2016 was the year that gave us some new and charged additions to our modern lexicon. Some were less welcome than others. Is it any wonder that we needed ‘Hygge’ in response to Trump, Brexit, Alt-Right and Post-Truth? For those yet to understand the importance of Hygge, it follows on a now well worn path of embracing all things Skandi for the simple reason that they must be better, as the air is cleaner. It’s all about embracing simplicity, warmth, family. Think open fire, sheepskin rugs, candles. Cosy. Safe.
My Christmas was Hygge Max. I rejected all invitations, stocked up on champagne, and we cooked, walked, ate, dozed and unwound. Friends received home made cake as gifts; I made it to midnight Mass, at a Church I’d hitherto not attended. For some reason the cheerful flyer that popped through my letterbox made me imagine carols, old and new, children in laughably crude nativity outfits; doddery grandparents nodding off. But there was none of that at St. Stephens. This was stern stuff. Pulpits, psalms and preaching. Incense; chants and promise of damnation even before the Queen’s Speech. High Church rather than Hygge Church.
So what lies ahead in 2017?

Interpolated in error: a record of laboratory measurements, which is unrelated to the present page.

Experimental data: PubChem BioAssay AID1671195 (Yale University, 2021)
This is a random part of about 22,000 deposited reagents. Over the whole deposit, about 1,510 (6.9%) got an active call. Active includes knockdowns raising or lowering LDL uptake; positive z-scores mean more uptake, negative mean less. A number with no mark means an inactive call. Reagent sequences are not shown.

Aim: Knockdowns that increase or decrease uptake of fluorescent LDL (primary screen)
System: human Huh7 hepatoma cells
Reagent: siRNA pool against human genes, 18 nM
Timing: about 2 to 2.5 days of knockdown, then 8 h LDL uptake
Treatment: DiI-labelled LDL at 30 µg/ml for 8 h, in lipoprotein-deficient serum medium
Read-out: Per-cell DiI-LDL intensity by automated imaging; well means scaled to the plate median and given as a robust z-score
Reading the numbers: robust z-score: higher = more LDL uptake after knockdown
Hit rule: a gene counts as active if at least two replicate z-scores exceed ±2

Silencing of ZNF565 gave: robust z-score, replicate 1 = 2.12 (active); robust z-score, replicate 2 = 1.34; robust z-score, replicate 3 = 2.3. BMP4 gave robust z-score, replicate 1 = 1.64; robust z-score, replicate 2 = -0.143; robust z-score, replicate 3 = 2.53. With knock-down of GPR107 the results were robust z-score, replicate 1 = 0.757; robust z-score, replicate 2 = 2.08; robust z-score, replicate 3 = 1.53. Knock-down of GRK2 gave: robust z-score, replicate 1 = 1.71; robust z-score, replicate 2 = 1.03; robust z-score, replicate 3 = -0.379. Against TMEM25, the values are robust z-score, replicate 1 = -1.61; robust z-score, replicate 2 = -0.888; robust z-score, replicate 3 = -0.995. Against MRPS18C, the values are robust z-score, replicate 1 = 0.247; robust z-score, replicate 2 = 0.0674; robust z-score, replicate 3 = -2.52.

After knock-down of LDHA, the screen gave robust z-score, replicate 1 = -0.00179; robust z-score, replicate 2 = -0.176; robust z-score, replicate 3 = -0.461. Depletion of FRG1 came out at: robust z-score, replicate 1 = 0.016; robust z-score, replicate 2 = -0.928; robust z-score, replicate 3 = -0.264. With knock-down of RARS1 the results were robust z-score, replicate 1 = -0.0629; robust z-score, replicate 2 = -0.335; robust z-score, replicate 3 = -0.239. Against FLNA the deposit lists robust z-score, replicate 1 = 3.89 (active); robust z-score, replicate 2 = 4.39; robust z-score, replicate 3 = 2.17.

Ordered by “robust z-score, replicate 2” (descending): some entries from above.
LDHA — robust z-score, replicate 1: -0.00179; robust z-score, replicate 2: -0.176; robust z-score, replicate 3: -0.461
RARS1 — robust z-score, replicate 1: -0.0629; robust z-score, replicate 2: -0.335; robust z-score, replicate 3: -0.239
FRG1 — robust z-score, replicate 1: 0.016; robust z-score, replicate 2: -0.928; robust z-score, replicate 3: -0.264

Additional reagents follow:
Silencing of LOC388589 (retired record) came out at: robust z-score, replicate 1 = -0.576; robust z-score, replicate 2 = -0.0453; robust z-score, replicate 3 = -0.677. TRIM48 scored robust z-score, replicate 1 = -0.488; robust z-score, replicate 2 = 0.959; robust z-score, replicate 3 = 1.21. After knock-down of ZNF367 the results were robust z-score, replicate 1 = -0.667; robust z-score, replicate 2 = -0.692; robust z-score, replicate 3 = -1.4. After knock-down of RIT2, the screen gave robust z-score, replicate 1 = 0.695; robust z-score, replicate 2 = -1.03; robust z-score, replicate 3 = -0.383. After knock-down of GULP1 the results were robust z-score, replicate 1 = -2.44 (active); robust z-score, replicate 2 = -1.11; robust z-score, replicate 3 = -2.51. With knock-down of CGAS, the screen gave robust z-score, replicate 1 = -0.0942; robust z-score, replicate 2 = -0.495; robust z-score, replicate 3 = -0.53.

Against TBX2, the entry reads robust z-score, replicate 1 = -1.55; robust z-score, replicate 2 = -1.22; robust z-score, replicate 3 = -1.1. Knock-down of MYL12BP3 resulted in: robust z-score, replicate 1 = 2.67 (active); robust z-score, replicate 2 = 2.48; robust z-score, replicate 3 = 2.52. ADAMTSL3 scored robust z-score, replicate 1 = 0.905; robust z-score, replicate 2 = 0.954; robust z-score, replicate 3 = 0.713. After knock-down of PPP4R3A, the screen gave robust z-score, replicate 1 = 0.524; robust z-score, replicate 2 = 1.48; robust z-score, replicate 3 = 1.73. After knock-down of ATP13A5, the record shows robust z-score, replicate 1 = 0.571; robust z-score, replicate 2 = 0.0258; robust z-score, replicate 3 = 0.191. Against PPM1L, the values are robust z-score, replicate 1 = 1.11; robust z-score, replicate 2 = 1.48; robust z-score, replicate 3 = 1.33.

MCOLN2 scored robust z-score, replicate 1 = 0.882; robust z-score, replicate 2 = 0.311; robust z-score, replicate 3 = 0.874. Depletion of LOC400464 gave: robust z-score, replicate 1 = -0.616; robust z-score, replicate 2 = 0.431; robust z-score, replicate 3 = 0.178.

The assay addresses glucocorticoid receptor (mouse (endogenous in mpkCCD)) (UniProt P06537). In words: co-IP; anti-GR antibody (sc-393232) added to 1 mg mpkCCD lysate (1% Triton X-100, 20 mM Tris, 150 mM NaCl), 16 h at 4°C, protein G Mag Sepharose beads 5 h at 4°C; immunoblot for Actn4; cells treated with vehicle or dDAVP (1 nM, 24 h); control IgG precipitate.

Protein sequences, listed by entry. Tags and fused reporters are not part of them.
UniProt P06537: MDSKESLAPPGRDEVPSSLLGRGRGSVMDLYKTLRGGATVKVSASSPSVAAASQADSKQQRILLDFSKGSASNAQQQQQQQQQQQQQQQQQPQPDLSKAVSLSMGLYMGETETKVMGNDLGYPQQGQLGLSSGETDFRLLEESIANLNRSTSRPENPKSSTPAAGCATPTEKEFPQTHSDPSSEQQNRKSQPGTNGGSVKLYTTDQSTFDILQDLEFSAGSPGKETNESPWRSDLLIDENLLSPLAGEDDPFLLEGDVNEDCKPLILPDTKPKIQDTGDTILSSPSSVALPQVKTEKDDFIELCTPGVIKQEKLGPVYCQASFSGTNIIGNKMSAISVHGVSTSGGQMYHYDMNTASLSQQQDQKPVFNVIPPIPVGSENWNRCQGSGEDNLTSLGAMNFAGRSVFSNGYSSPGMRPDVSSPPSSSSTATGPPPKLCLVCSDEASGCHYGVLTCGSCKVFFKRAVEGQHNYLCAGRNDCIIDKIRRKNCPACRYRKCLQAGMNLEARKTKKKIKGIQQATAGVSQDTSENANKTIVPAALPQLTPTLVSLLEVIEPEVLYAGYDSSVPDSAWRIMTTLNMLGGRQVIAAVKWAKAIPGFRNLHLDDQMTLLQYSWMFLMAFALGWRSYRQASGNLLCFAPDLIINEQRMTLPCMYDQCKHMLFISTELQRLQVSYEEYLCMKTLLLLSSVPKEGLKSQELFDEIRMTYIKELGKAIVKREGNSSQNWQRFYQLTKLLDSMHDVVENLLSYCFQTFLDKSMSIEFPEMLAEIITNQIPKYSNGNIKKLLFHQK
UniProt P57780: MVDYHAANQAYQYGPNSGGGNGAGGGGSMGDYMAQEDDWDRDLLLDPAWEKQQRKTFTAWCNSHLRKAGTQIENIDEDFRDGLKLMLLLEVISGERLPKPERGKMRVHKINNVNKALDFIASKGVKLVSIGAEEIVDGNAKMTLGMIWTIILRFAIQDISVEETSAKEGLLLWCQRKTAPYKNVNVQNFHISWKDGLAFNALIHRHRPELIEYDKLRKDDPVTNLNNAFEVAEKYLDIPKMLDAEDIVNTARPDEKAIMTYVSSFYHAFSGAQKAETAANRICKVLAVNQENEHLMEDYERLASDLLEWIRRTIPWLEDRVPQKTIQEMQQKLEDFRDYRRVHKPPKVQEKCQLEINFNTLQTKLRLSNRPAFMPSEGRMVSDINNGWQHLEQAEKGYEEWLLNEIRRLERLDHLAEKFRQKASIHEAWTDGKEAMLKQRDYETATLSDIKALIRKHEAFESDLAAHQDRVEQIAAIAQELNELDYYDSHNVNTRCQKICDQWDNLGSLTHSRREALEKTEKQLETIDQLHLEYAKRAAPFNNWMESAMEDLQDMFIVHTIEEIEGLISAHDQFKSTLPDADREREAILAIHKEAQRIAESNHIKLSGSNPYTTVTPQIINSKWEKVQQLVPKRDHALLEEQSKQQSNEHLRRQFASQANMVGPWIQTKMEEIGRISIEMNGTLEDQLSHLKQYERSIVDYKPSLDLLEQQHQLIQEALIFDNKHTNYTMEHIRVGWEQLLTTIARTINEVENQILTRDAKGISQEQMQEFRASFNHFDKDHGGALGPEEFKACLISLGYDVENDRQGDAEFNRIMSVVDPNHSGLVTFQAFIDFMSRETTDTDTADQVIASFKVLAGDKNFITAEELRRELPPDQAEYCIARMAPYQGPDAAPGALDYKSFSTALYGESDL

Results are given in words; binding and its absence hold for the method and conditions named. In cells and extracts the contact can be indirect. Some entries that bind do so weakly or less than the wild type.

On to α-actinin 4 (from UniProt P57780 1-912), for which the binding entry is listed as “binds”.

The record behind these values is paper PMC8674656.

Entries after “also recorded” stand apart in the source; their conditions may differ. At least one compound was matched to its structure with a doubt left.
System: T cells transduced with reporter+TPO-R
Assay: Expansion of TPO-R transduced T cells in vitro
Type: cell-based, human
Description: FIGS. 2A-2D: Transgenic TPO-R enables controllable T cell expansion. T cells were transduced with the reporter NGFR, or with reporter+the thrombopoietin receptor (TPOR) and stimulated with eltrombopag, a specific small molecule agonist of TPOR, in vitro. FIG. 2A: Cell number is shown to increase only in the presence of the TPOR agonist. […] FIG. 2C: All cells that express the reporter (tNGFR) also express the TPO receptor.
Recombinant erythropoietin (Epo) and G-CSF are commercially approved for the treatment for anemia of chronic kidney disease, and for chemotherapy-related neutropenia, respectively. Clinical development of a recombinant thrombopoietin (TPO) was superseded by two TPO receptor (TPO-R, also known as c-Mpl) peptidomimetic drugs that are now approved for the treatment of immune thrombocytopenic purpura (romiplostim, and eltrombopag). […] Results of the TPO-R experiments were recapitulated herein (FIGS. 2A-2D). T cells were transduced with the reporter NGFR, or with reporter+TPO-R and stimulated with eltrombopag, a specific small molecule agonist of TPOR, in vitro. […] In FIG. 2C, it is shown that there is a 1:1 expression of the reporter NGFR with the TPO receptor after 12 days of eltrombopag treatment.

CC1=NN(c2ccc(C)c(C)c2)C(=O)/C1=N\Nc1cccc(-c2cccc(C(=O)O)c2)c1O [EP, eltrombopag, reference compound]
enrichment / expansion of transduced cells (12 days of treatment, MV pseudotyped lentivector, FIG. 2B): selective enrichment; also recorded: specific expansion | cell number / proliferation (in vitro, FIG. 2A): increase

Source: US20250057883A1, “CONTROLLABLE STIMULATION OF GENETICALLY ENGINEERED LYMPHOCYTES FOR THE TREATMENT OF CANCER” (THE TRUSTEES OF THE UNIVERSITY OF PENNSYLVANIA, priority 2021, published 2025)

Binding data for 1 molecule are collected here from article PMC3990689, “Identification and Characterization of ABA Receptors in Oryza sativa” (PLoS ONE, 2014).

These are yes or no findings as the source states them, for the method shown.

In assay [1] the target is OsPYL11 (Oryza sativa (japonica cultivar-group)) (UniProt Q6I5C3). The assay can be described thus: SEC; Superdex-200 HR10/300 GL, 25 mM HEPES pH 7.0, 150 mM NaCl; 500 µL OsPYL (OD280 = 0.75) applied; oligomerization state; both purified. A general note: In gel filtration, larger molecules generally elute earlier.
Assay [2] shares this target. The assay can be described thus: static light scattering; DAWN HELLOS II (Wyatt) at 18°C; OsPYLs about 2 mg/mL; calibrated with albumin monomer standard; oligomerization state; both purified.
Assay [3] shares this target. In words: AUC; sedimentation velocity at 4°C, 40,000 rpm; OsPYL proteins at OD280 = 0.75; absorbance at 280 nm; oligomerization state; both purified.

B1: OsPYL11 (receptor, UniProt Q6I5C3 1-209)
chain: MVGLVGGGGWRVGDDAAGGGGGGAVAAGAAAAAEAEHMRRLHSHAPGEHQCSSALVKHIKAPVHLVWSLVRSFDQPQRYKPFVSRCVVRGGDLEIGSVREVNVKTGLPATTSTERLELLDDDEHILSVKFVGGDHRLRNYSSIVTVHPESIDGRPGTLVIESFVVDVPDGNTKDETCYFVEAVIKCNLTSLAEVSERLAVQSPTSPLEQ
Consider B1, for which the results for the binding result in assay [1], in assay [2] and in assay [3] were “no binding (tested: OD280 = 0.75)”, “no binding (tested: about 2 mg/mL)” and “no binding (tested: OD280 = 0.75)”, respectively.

Well, contrary to popular mood, I’m positive. Partly, I suppose, as things couldn’t get worse globally (please let me be right!) but also because I think that retailers and brands are seriously sharpening their act. There’s no doubt that some hefty price rises are coming through. We’ve tried to absorb as much of Sterling’s drop as we can, but are raising our prices by around 5% from next month. Rather than see this as a necessary evil, and try to get away with as much as possible, I see this as an opportunity to raise my game. We’ve increased the spec on our cufflinks and watches, to help justify the rises.
And this is where I think that shops can do their part. Don’t just shrug your shoulders and pass on the costs. Put pressure on suppliers to raise their game too; better quality, more POS, improved training. If they’re not supporting you, then don’t be afraid to drop them. Your customers would. We need to offer our customers something more; and more importantly, something that the web can’t do. Look at the best web operators, such as Amazon, and how easy they make it for customers. Are you making it that easy in store? And what else can you offer?
It was one of the key words of 2016 but I believe it will be the headline for 2017. It’s experience. Only the very best experience will interest, attract and retain your customers. If you can do that, and send them out smiling, then you have a great year ahead.
Image by Malcolm Bell